The Mariners’ Own Secret Weapon

The other day, I had the opportunity to introduce some of you to Mychal Givens. Based on the response, it was actually a chance to introduce most of you to Mychal Givens, who the Orioles love as a potential major contributor to the bullpen. Givens pitched well, but because he pitched later in the season for a go-nowhere ballclub, he didn’t draw himself a lot of attention, which is why many found the Givens post so surprising. We all feel like we have a pretty good understanding of the game, and of the players involved. It’s unusual to be caught off guard.

That wasn’t a one-off, though. Not that this was intended to be a series, but the Mariners happen to have their own comp. If you love what Givens did in a pretty small sample, you’ll love what the other guy did in an even smaller sample. Like Givens, the mystery pitcher took a big step forward in the minors. Like Givens, he came to the majors and struck a bunch of people out. Like Givens, in the majors, he issued precious few walks. Like Givens, we have a righty with a fastball and a breaking ball; unlike Givens, the mystery pitcher can dial it up even more. Based on track record, the Mariners would currently appear to have a mediocre bullpen. But they might be expecting some major assistance from Tony Zych.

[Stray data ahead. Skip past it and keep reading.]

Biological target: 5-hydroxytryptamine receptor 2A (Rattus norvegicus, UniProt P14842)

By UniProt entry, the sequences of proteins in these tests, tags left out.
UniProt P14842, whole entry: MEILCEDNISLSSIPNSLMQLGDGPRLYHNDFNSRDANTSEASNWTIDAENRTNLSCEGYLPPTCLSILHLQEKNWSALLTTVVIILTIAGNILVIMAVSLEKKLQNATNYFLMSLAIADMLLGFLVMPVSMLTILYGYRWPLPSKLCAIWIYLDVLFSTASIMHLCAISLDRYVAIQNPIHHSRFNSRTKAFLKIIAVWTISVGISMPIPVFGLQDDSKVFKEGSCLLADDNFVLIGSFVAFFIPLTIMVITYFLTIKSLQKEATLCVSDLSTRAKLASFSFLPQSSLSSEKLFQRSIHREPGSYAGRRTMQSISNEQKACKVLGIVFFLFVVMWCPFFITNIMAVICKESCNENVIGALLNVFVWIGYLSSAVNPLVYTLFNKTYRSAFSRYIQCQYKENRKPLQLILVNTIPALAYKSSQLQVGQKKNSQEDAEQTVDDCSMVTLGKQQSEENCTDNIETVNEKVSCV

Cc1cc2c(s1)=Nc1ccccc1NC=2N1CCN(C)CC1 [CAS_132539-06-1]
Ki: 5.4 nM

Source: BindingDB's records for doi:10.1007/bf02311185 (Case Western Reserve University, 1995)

Don’t worry if you haven’t heard about him. That’s the whole point. Most people haven’t heard about him, and by the time he arrived in the majors last season, the Mariners were irrelevant. There was little reason to pay attention to them, and there was even less reason to pay attention to their middle relief. So Zych pitched, quietly, and ever so quietly, against 76 batters, he struck 24 of them out, walking just three. The 25-year-old righty put himself on the radar, and the results did make some sense — Zych was formerly a fourth-round pick by the Cubs, and he always had a heater. He just didn’t have location, which is why he was picked up by the Mariners for nothing in April. The Cubs gave up an unpolished live arm. Then Zych and the Mariners did the polishing.

The Givens backstory is that he’s a busted prospect shortstop. He converted to the mound in 2013, and last year he broke out. Zych was drafted as a pitcher. He was always supposed to pitch, but last year something just clicked. In interviews, Zych hasn’t been too specific — he’s referred to just ironing some things out in his mechanics, going back to how he used to throw, and I’ll take his word for it, given the dearth of pre-2015 Tony Zych video. I don’t know what he did to his throwing motion; I just know what happened to his statistics. Consider the following plot. I’ve combined minor- and major-league data to add to the 2015 sample size.

zych-stats